“The way he plays and what he brings to the table is definitely translatable.” Powell said. “In that game when he scored 38, we barely ran any plays for him. And I think in the next level, in the NBA level, they’re not going to run plays for him, and he’s going to have to be a role player who has to figure out a niche.

“But I think his progression is going to be on the defensive end. I think he has the ability to be a 3-and-D. The guys just love having him here. He buys into what we do.”

Jamaree Bouyea: The undrafted rookie guard had a 10-day contract with the Heat in February, a 10-day contract this month with the Washington Wizards and now is back with the Skyforce, free to sign with any NBA team.

“He’s a dynamic player, as a point guard and a scorer,” Powell said. “Right now he’s talented enough to be somebody’s backup point guard on an NBA team.

“I think what’s kept him from the league is just being young and figuring it out. But he’s talented enough to be at the next level. I think improving his shot to where he’s more of a consistent 3-point shooter will help that jump.”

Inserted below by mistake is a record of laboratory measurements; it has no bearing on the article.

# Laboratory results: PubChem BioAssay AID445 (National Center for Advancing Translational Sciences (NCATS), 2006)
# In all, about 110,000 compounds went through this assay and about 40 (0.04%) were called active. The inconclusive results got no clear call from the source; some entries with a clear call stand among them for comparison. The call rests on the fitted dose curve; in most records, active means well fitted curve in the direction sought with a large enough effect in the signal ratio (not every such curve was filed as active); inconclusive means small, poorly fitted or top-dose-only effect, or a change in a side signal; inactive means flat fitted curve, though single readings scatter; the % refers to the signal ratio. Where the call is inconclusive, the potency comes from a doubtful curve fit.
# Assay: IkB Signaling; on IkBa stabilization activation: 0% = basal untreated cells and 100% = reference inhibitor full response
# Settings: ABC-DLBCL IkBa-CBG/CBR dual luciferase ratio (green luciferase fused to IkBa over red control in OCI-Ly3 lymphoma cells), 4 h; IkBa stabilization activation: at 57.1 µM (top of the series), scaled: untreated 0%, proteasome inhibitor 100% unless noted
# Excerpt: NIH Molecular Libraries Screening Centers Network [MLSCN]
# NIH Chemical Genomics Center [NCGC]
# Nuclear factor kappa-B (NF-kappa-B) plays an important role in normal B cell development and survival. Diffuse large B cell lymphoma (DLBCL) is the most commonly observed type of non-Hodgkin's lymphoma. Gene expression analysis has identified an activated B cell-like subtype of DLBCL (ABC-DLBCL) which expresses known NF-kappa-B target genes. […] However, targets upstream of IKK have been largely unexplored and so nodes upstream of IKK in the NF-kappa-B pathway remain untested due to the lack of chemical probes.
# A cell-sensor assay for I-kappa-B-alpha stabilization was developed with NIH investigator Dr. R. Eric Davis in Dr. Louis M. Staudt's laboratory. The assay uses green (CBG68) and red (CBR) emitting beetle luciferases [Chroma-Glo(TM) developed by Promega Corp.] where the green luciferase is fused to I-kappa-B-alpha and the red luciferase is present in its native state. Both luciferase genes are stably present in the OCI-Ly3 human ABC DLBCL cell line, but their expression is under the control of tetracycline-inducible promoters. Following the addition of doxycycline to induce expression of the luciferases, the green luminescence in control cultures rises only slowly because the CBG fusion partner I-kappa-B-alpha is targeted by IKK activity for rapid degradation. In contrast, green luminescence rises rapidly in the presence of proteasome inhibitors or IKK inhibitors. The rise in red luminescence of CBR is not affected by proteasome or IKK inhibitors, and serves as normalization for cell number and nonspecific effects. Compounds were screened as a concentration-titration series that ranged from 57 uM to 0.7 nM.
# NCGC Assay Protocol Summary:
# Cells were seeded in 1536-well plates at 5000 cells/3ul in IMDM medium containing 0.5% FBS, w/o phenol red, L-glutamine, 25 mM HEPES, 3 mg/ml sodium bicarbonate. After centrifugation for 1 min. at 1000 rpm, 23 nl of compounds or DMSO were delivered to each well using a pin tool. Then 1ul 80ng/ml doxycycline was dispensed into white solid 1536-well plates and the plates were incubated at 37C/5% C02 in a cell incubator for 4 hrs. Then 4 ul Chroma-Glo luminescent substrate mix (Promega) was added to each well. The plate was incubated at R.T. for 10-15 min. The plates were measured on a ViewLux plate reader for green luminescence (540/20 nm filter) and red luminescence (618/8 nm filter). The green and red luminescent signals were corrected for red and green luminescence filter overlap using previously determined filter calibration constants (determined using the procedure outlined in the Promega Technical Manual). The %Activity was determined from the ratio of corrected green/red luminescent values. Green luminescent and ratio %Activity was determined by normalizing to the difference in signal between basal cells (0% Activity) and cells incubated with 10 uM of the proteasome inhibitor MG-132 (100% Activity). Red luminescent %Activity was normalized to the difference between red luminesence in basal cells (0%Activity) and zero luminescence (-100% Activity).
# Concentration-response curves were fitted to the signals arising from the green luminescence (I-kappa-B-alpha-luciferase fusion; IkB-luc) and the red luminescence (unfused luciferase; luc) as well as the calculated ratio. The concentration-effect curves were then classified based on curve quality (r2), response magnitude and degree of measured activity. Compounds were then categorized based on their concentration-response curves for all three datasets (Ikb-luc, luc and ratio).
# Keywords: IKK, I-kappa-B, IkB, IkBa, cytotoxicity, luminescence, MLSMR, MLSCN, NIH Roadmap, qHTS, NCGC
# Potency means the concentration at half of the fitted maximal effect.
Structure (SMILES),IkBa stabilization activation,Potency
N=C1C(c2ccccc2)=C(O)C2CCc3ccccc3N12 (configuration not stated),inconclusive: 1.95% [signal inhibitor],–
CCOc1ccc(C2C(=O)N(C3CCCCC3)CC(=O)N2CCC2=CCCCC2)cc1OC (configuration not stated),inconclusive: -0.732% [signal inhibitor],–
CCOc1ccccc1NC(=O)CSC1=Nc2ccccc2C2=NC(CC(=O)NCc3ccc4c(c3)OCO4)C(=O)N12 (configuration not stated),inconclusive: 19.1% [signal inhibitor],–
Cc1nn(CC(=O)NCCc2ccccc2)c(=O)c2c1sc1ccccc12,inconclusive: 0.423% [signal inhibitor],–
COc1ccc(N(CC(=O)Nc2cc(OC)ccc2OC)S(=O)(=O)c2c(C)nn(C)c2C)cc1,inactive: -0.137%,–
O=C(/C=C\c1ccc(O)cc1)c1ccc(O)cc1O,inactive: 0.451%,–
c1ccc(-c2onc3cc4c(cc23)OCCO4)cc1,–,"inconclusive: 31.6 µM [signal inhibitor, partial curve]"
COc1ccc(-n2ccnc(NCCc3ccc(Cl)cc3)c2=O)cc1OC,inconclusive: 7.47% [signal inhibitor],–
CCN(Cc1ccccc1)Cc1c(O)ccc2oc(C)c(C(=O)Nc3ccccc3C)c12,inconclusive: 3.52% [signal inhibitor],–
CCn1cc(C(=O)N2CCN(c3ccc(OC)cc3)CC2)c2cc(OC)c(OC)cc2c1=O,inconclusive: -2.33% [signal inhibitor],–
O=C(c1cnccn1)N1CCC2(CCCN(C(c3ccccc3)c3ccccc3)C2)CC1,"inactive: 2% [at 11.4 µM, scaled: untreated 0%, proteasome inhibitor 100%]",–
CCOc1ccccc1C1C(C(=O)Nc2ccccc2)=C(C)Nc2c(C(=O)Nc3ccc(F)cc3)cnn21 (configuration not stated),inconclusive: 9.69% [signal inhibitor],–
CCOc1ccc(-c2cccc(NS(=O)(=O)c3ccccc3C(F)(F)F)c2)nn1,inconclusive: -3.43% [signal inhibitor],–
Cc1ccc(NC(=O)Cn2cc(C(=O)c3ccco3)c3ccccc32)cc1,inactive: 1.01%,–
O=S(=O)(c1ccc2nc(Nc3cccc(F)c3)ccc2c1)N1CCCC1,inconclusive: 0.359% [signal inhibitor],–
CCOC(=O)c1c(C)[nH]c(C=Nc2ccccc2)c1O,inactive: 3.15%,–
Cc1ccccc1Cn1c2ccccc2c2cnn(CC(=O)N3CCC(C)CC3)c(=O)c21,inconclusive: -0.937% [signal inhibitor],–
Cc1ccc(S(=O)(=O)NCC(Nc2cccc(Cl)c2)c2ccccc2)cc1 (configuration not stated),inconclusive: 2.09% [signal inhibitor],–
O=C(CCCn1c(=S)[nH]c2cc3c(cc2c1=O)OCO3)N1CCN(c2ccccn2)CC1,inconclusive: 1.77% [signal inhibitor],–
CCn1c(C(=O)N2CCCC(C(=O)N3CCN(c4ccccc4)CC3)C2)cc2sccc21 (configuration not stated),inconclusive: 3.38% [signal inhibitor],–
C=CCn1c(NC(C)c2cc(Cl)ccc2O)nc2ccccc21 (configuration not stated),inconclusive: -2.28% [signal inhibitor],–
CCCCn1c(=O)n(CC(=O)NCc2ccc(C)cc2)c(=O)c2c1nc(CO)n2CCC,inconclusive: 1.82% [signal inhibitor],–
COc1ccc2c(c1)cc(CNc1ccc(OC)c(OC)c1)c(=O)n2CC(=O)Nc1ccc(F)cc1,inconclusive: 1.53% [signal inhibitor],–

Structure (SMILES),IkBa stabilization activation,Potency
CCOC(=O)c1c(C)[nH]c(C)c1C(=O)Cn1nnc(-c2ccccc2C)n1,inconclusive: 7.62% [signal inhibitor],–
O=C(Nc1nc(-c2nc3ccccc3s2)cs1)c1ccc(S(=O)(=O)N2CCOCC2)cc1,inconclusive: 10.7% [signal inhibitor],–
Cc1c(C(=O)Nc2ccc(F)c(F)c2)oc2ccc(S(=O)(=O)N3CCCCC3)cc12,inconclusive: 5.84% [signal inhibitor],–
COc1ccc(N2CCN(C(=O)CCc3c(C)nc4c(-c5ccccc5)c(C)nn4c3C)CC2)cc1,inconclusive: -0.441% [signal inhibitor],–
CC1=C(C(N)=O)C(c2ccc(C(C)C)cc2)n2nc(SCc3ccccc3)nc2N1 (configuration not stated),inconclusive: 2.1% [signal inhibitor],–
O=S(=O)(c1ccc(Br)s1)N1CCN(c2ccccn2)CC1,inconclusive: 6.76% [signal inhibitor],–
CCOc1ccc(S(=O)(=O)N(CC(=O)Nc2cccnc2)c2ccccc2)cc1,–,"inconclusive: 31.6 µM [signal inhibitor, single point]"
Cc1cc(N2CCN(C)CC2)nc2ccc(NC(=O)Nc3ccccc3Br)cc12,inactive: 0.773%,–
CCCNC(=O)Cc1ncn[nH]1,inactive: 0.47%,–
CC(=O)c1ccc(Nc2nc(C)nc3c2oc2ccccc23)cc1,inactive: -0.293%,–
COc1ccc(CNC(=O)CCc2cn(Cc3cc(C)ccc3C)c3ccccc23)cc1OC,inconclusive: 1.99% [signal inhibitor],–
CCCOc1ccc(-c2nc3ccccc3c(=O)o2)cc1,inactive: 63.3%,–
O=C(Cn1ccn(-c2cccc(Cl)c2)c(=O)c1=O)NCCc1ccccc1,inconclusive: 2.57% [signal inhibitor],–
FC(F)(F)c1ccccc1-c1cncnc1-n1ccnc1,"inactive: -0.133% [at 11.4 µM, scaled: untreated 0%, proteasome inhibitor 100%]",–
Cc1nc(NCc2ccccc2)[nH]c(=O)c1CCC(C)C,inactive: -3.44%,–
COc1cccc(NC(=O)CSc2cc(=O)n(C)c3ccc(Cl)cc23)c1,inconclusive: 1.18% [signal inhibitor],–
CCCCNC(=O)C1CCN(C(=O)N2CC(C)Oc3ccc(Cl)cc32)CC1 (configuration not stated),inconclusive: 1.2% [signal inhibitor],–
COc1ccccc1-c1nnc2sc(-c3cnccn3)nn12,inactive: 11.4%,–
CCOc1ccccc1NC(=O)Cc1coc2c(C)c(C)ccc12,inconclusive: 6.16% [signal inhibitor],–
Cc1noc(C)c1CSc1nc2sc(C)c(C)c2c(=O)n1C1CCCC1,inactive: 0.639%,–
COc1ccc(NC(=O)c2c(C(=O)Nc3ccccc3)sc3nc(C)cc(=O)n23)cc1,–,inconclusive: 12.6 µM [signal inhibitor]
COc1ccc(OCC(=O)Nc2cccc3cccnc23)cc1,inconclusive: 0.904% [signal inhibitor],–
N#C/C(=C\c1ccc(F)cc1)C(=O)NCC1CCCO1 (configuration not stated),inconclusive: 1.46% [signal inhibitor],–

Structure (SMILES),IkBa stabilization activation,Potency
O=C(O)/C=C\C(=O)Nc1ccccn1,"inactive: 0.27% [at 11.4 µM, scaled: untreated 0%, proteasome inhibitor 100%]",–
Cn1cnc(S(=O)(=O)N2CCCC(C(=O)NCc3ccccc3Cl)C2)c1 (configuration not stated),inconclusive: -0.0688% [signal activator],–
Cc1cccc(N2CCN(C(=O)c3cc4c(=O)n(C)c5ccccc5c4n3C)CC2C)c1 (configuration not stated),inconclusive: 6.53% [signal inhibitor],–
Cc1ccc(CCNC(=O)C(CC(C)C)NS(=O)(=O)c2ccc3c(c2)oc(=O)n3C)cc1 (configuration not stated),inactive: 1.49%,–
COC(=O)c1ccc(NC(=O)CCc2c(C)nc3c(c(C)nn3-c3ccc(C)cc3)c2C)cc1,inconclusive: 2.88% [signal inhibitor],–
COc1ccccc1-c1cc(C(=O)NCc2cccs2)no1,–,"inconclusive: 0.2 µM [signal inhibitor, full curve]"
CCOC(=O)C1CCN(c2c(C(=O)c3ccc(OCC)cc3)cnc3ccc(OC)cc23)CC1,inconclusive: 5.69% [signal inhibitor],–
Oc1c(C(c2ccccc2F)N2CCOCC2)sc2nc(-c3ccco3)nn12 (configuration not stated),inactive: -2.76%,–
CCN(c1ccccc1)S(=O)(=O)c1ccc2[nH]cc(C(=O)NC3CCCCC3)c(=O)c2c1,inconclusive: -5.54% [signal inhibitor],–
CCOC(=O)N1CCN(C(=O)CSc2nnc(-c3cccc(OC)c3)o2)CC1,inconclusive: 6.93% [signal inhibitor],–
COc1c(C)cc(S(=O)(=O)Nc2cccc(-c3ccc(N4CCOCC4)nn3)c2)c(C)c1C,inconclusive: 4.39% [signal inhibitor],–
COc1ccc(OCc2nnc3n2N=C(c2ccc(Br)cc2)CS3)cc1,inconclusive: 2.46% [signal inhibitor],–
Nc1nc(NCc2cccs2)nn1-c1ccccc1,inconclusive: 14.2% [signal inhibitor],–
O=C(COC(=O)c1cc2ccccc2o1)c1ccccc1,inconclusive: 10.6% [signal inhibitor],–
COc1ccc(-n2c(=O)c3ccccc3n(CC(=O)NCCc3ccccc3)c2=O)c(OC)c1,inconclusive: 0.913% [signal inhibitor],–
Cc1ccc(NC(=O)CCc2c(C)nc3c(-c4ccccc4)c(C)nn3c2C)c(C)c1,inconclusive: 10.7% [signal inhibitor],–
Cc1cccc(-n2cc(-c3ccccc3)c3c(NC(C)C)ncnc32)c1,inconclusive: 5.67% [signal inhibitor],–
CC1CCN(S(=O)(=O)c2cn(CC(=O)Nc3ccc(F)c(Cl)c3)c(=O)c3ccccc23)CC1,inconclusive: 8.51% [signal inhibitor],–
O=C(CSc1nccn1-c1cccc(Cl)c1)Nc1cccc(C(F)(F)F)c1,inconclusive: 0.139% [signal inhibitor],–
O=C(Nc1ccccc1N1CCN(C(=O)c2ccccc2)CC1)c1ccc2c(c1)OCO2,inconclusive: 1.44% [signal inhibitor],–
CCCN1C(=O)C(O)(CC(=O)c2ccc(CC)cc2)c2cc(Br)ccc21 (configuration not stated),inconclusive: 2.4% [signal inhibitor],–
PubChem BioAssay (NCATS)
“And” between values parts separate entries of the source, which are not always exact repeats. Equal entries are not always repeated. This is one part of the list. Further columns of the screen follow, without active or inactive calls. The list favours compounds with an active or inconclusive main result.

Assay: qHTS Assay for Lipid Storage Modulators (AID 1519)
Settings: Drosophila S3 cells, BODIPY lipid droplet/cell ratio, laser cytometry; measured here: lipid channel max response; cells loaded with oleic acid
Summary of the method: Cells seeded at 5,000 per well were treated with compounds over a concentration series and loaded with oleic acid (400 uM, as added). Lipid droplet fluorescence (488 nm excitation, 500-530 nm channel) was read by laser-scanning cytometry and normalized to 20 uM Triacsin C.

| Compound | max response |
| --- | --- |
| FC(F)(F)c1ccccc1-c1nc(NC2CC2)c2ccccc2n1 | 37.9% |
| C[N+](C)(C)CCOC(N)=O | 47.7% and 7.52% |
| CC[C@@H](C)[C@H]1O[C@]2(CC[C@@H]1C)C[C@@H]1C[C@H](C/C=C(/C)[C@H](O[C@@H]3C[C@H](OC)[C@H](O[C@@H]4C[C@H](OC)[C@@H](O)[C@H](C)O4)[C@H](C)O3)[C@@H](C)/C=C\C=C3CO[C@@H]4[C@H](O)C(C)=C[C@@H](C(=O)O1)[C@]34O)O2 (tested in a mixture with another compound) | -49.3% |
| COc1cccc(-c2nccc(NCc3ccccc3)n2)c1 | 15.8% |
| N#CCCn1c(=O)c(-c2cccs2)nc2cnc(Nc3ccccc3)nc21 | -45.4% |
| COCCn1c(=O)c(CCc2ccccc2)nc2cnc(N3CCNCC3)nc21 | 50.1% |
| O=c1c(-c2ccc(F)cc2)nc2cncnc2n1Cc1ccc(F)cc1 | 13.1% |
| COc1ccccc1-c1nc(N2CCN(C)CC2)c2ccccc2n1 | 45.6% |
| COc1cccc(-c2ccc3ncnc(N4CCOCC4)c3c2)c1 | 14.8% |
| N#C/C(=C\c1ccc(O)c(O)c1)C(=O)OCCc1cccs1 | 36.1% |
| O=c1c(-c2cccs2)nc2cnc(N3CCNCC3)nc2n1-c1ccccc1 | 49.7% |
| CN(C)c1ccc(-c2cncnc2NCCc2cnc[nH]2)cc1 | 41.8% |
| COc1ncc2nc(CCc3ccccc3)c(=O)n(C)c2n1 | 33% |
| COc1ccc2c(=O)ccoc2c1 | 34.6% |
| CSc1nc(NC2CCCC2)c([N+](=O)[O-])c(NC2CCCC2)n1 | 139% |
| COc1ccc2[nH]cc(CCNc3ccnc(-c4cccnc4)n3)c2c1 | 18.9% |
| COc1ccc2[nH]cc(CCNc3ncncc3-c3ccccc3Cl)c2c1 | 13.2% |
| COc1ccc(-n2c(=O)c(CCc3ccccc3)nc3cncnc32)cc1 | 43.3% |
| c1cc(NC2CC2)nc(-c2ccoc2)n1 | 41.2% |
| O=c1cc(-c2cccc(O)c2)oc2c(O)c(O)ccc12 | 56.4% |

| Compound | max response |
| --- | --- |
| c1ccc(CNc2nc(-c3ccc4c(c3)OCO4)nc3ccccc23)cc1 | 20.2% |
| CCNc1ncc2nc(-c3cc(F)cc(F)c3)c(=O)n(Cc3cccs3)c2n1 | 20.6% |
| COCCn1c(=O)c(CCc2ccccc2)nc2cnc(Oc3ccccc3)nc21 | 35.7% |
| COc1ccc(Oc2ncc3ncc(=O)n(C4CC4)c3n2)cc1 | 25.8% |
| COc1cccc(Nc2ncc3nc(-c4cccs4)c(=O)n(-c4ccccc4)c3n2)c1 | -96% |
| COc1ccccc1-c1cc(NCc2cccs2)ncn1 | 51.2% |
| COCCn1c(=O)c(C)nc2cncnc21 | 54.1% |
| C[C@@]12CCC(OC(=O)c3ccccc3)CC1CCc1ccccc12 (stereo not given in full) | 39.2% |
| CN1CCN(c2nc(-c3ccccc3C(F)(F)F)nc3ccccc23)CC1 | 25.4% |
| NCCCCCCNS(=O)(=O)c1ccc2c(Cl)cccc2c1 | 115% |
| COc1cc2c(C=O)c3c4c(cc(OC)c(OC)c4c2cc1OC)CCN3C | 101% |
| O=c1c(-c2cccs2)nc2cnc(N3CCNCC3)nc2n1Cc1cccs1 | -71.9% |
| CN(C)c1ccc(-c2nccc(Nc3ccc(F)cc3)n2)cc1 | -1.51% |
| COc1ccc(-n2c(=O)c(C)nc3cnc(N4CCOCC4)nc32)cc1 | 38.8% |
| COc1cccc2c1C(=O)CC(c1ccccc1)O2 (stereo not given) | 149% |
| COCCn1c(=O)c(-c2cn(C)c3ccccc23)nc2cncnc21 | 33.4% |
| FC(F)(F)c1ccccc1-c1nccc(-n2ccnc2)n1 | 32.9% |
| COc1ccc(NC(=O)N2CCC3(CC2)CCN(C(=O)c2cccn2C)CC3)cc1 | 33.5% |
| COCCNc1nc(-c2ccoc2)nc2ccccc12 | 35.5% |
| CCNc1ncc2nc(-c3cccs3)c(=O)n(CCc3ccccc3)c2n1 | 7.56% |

Marcus Garrett: The second-year guard went into camp on a Heat two-way contract but then was cut due to wrist surgery. He has been with the Skyforce since, excelling on defense but uneven on offense.

“He has to get better on the offensive end, which I think he has made a jump,” Powell said. “But his skill set on defense is so good that I think that translates to the NBA in itself, like being a Patrick Beverely guy.

“Where he’s at defensively now, even NBA guys won’t get to that level.”

Mychal Mulder: The 28-year-old veteran of stints with the Golden State Warriors and Orlando Magic, finished last season with the Heat on two-way deal and then was among the final players cut from training camp in October. He leads the G League in 3-pointers as an unaffiliated player, free to sign with any NBA team.

“I’ve been with him for three years now, and this is the best I’ve seen him play.” Powell said. “And it’s not like a hot streak, where it’s three or four games. He’s been tearing up the league all year.

“For him to be able to make that next jump is to step up his defensive side of the ball. And we’ve been doing different things with him. If he adds a bit more on the defensive side of the ball, I think that’s what’s going to get guys in the NBA to take another look at him. But I think he’s close. He’s been one of the rocks of this team.”

Dru Smith: The guard began the season on a Heat two-way contract, lost that contract to Robinson, and then signed a two-way deal with the Brooklyn Nets, where he remains.